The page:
Reporters Without Borders condemned the tightening grip of the Bangladesh Telecommunication Regulatory Commission (BTRC) on the country’s Internet after it ordered all access providers to supply details of their customers, in a bid to combat illegal Internet telephone services.
The site E-Bangladesh reported that providers received an order at the end of September to supply names, addresses and connection details of clients, and to monitor traffic with software provided by the Rapid Action Battalion (RAB), an anti-terror unit which reports to the interior ministry.
“This is a very worrying situation,” the worldwide press freedom organisation said. “Flushing out illegal phone services does not require a file on every customer. The Internet should be regulated, but it is overdoing it to want to control it in this way”.
“Asking so much detail about citizens of a state under the pretext of regulating the network is a disproportionate step. We urge the regulatory commission to relax this measure,” it added.
A number of small operators have become serious competitors of the state-owned Bangladesh Telegraph and Telephone Board (BTTB) in the past four years, in the absence of regulation of Internet telephone services. Since January this year, the BTRC has been looking for a way to counter these illegal operators and announced that it would be issuing licences.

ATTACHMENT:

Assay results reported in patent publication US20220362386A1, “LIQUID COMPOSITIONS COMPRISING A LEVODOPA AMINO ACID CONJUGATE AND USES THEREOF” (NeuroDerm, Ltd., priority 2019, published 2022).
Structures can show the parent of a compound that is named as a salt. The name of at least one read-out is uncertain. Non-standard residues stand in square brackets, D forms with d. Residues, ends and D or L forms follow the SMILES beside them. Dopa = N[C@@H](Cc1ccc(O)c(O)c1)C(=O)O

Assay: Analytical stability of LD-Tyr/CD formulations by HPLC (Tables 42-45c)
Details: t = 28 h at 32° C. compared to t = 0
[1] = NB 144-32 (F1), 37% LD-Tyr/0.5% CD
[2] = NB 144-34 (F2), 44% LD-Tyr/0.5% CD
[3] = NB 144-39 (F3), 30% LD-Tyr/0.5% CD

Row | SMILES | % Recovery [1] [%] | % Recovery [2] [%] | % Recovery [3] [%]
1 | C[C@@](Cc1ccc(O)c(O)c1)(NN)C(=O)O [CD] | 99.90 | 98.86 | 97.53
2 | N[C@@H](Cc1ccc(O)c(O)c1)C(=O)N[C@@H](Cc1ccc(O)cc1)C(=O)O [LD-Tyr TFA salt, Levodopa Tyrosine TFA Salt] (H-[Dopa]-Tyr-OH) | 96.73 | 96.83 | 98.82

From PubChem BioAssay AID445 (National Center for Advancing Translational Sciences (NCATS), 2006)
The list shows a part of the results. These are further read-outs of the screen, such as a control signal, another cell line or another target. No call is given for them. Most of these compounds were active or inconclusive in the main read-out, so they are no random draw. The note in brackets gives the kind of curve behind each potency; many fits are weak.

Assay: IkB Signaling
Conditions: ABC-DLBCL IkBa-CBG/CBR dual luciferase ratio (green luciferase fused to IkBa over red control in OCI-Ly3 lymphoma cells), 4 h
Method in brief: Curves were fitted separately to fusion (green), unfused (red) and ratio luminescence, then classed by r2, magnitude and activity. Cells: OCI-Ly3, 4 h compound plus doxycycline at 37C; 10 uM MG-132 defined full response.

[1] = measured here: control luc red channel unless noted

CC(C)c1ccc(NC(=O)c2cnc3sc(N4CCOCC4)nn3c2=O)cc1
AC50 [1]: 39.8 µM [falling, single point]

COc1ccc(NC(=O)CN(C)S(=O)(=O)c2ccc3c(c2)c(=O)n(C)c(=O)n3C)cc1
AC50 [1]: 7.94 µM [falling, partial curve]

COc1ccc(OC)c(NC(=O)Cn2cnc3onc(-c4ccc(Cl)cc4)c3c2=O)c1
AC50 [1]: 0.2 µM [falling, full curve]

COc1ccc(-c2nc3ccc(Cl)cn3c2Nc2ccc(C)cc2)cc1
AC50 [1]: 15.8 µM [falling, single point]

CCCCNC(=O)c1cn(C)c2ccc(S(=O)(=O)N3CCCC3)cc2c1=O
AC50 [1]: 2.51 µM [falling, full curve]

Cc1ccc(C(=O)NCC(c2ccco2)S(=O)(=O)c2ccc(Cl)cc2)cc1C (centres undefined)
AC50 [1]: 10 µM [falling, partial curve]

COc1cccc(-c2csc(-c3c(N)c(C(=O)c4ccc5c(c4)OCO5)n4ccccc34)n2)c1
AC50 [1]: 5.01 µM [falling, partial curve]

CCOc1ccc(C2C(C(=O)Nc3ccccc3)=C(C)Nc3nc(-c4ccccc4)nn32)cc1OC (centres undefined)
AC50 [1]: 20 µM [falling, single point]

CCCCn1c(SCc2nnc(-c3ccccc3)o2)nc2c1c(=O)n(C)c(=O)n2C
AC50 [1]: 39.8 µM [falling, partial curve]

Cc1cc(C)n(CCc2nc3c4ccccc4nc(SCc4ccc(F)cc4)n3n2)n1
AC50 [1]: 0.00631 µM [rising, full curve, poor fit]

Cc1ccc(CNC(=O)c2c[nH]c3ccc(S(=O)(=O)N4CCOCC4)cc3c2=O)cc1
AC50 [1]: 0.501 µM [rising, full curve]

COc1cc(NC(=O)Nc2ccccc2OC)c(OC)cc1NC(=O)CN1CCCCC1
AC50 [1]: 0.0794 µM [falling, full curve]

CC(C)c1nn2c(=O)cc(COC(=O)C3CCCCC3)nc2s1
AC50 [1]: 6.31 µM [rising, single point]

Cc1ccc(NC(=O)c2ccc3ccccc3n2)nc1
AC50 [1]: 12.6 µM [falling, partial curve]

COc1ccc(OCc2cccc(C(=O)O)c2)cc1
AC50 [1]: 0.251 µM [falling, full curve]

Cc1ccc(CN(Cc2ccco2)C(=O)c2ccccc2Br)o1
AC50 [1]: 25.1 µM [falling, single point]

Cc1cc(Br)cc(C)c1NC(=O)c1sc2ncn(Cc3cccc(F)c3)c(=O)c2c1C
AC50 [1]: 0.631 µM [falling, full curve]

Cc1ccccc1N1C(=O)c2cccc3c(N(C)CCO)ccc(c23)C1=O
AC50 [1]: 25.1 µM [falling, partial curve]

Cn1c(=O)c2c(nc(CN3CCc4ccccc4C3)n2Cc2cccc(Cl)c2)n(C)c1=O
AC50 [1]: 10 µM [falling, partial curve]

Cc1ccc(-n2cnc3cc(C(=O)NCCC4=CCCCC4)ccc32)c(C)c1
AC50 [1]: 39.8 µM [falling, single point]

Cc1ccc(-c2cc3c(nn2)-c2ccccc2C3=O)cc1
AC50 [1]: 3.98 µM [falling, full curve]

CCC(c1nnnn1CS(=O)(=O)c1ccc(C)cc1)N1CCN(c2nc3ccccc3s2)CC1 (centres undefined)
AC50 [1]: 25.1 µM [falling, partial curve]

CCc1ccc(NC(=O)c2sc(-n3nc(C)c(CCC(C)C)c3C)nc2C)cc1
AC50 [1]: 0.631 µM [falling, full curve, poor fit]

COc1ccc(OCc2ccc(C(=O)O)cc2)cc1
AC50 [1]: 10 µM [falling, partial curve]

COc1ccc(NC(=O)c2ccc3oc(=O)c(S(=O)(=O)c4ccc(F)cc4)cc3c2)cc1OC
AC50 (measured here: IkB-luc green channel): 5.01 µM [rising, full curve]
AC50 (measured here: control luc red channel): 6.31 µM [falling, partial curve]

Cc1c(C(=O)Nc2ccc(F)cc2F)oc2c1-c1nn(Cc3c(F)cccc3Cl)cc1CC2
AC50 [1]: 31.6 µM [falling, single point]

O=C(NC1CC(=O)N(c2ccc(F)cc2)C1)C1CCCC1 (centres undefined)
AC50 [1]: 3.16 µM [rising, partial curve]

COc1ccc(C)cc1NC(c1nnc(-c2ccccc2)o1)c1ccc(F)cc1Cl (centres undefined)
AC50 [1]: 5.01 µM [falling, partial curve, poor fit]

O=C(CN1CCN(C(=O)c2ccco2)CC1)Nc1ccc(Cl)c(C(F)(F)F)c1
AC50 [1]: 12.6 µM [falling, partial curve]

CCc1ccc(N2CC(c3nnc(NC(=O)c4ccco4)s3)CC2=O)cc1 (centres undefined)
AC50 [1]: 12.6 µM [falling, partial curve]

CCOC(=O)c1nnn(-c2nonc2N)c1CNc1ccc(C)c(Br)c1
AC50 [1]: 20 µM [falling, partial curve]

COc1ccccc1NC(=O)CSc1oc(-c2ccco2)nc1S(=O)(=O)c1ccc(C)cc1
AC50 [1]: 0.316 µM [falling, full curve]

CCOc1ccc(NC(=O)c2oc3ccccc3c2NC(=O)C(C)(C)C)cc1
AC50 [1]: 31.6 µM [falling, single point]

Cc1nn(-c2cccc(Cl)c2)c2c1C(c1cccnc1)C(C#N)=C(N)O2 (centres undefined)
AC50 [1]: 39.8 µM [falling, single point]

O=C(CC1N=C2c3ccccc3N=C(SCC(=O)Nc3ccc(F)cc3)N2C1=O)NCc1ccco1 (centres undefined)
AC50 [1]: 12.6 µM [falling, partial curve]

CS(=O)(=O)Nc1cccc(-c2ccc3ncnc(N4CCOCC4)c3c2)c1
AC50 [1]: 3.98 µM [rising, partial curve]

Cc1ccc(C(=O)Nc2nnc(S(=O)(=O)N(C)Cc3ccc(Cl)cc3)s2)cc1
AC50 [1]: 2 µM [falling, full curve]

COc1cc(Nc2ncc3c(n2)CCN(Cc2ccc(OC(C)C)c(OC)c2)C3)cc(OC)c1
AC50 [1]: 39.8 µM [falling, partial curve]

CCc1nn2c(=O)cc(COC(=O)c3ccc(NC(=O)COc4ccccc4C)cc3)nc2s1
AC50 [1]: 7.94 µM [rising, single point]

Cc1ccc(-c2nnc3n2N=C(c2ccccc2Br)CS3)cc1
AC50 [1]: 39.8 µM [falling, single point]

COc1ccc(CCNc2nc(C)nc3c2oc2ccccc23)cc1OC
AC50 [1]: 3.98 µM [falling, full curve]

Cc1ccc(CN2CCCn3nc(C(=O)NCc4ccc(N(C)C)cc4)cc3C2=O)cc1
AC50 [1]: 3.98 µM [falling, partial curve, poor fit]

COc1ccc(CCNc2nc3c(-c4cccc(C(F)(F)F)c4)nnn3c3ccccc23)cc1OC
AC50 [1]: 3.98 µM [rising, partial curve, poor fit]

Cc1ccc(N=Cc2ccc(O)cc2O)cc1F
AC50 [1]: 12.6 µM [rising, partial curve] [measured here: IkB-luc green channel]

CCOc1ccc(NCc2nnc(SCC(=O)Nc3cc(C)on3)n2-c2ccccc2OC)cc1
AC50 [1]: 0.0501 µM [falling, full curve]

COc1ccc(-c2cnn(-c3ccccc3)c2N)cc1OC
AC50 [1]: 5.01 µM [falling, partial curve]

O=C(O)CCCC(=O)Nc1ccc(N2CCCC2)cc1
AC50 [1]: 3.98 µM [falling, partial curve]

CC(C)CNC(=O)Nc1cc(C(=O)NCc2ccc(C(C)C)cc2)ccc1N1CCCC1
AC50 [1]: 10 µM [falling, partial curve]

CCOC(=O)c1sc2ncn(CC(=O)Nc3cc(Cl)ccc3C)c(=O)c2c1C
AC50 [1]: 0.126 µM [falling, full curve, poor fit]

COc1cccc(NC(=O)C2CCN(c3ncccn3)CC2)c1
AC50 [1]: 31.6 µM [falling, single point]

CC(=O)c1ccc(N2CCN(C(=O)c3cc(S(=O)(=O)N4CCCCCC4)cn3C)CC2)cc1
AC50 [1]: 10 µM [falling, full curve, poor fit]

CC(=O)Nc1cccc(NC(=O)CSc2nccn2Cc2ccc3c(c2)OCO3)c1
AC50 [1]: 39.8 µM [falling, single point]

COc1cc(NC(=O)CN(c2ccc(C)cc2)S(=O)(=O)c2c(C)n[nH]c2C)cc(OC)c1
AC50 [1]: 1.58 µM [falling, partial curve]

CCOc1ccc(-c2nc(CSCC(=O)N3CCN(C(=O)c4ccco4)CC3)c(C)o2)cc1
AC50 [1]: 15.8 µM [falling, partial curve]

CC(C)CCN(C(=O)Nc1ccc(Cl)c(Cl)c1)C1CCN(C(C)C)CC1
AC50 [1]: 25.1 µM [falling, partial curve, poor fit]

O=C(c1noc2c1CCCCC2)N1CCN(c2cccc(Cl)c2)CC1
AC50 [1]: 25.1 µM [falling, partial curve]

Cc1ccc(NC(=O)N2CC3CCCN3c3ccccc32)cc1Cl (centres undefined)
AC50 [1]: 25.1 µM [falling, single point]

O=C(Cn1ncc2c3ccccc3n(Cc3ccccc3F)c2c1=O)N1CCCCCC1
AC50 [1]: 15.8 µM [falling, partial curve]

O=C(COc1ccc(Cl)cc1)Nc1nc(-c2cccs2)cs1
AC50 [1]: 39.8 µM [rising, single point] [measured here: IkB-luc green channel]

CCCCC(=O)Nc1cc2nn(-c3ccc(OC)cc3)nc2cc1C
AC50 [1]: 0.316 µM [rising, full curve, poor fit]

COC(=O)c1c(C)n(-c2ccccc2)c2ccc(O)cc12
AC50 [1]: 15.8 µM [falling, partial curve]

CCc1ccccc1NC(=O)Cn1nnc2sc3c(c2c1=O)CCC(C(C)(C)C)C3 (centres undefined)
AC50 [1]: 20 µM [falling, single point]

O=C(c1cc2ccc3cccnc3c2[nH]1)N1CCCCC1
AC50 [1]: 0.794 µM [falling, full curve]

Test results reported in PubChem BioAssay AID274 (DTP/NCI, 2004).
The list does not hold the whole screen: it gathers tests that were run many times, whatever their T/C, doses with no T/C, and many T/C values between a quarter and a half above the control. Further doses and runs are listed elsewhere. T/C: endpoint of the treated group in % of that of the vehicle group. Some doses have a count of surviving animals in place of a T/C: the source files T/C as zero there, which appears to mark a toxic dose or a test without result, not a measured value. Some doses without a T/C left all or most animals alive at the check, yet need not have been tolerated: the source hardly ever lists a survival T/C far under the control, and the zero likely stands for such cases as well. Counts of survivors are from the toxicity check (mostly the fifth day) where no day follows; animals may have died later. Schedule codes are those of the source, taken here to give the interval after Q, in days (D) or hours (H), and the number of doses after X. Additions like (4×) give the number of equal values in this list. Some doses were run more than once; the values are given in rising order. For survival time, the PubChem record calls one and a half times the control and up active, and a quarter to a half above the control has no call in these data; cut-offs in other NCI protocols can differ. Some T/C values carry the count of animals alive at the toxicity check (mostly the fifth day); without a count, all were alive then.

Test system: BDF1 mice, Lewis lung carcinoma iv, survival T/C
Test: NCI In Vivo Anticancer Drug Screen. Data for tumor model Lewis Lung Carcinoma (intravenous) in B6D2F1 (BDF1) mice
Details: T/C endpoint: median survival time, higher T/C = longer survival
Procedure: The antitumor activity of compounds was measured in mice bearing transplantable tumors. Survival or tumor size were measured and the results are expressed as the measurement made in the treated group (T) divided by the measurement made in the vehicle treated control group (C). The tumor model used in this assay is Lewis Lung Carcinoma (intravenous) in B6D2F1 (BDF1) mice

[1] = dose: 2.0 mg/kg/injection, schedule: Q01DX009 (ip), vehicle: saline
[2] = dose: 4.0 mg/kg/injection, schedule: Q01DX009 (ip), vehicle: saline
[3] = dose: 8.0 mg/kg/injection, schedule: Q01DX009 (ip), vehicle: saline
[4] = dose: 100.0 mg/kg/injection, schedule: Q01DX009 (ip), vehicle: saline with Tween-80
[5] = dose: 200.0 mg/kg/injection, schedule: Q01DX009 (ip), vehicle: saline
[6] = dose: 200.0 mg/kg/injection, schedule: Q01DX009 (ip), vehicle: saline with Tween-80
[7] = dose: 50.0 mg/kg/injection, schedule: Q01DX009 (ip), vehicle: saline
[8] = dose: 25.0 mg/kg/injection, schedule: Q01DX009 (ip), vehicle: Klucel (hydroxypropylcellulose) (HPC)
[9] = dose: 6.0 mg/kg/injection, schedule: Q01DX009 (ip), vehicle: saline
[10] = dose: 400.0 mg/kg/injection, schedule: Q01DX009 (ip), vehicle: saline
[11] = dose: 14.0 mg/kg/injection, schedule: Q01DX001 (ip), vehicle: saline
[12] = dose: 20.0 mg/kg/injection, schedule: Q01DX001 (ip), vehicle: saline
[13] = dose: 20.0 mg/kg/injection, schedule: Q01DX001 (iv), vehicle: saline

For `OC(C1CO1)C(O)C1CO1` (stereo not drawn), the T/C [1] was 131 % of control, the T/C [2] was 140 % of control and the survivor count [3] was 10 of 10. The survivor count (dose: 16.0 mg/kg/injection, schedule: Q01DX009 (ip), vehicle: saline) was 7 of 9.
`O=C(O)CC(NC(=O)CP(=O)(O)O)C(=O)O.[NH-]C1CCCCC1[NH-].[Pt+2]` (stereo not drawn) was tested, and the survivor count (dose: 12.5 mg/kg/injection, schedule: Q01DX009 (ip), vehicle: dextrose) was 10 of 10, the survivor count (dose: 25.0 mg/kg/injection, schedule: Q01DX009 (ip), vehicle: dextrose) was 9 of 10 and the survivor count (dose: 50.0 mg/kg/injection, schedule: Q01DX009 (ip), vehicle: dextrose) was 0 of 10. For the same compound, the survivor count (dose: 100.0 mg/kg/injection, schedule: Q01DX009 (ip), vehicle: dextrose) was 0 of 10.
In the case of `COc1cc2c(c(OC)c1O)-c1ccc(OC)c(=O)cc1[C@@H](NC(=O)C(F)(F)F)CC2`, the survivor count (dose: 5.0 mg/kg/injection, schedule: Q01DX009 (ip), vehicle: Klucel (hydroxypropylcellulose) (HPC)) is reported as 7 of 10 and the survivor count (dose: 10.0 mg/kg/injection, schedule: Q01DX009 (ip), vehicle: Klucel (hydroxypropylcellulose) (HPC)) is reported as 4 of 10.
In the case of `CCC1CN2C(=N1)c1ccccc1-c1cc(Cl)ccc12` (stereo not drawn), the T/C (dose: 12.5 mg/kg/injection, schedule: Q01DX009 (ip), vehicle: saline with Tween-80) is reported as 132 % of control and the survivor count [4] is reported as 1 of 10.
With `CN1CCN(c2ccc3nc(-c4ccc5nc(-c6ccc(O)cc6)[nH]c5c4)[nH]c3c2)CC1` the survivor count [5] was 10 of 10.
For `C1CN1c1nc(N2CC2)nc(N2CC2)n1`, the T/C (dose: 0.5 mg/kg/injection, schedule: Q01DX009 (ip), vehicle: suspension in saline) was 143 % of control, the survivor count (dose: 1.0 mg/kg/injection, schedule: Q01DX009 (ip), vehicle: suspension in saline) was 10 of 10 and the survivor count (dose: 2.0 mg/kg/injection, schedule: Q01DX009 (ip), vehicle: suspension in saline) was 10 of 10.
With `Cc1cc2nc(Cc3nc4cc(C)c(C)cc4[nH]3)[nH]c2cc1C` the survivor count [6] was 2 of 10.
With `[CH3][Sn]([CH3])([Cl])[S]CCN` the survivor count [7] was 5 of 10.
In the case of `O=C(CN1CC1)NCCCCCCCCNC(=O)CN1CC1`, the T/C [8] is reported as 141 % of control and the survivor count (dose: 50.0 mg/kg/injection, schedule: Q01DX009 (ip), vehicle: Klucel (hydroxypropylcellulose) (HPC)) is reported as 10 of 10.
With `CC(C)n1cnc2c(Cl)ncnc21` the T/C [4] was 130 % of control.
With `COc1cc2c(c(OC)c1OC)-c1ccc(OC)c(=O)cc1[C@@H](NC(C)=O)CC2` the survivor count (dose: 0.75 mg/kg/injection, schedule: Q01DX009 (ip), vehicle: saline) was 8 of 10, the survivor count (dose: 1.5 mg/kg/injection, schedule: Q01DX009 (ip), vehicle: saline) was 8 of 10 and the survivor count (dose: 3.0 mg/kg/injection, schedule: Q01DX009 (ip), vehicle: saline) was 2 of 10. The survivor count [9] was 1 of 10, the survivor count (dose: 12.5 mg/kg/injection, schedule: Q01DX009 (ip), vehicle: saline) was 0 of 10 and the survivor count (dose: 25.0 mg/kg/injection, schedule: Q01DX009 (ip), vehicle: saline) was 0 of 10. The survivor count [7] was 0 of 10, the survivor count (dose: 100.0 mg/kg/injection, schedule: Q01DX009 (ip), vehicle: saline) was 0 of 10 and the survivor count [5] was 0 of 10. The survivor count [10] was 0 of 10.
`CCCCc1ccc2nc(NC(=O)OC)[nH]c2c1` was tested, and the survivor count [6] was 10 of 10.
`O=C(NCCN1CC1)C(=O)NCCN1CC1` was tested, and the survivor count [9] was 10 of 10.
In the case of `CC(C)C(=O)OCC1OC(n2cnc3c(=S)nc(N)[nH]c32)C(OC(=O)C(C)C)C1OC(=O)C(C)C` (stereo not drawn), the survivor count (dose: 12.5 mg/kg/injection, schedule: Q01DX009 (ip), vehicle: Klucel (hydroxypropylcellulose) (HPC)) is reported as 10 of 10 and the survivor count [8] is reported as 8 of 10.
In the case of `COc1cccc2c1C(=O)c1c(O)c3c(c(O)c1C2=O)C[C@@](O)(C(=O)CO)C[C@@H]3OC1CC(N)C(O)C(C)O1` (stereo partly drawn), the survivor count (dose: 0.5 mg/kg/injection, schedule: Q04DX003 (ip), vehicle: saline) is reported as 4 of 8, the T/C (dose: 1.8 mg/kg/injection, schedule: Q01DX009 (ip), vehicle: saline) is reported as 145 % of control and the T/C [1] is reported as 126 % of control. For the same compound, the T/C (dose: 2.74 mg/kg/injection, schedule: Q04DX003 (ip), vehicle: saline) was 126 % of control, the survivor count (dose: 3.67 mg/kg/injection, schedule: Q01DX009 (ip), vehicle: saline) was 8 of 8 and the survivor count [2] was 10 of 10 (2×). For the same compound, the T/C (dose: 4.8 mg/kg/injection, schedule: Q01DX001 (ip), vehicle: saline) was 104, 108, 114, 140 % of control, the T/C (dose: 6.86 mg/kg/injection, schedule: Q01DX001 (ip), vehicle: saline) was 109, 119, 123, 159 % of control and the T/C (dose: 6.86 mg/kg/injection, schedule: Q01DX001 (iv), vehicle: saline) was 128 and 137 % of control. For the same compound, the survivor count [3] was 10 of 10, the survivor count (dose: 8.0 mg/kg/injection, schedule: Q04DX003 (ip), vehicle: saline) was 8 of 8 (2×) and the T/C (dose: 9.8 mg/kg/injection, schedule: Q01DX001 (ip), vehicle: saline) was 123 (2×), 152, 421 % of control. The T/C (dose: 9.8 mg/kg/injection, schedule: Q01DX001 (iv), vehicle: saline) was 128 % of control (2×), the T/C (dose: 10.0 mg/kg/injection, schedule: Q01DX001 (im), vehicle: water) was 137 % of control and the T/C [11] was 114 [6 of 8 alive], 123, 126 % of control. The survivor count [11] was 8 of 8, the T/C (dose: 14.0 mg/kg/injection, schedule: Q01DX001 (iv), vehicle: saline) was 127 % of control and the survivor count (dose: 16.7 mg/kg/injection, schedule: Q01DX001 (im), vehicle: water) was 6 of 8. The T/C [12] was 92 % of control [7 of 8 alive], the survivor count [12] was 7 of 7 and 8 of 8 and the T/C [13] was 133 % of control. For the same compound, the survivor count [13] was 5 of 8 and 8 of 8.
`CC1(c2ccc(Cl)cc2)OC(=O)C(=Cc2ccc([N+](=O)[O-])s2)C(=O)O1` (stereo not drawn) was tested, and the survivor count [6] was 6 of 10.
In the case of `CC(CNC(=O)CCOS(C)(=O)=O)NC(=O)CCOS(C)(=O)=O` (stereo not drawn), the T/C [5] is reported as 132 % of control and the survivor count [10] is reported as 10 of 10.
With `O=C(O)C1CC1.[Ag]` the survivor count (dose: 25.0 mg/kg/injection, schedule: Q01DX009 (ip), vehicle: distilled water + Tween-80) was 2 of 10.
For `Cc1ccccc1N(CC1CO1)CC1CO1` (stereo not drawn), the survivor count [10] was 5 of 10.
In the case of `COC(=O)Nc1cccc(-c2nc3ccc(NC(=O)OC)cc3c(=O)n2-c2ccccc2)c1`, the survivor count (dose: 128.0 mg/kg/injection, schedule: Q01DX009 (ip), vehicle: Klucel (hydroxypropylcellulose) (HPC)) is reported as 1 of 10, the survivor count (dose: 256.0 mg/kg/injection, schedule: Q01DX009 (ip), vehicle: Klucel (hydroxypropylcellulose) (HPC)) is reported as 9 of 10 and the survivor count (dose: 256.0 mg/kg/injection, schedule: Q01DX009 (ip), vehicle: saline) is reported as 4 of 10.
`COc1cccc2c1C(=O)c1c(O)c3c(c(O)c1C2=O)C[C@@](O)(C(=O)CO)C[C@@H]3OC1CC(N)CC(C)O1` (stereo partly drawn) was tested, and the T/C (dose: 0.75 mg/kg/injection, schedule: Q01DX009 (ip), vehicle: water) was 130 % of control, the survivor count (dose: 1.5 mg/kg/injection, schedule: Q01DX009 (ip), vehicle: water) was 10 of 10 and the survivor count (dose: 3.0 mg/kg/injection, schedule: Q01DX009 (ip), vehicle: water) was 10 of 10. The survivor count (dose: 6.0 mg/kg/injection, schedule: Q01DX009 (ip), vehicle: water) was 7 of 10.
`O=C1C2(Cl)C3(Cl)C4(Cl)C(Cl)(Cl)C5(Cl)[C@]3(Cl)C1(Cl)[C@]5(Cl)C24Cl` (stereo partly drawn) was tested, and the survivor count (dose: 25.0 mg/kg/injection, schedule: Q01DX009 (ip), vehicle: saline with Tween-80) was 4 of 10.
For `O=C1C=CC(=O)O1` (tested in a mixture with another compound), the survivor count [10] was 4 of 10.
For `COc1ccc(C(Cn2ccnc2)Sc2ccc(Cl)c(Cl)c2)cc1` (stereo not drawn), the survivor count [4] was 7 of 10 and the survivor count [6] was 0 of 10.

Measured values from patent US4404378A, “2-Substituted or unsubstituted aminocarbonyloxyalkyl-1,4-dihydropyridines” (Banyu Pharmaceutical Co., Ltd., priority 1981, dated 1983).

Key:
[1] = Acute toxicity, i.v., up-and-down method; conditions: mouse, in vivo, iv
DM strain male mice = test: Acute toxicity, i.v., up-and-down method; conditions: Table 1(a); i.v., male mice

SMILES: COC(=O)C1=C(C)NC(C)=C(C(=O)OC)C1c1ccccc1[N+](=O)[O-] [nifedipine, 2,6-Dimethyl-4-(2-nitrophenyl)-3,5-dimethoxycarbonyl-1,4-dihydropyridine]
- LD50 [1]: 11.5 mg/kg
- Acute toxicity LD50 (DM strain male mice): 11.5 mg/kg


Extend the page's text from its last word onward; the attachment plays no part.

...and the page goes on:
The representative of Bangladesh Internet service providers told the BBC Bengali service on 5 October that what was at stake in the decision was simply to establish a control mechanism of services provided to Internet-users. There has been a robust online response and Bangladesh bloggers have fiercely criticised the BTRC action.
Bangladesh has nearly 207 service providers for around one million Internet customers, of whom 450,000 are already affected by these measures, in the cities of Dhaka, Chittagong and Sylhet.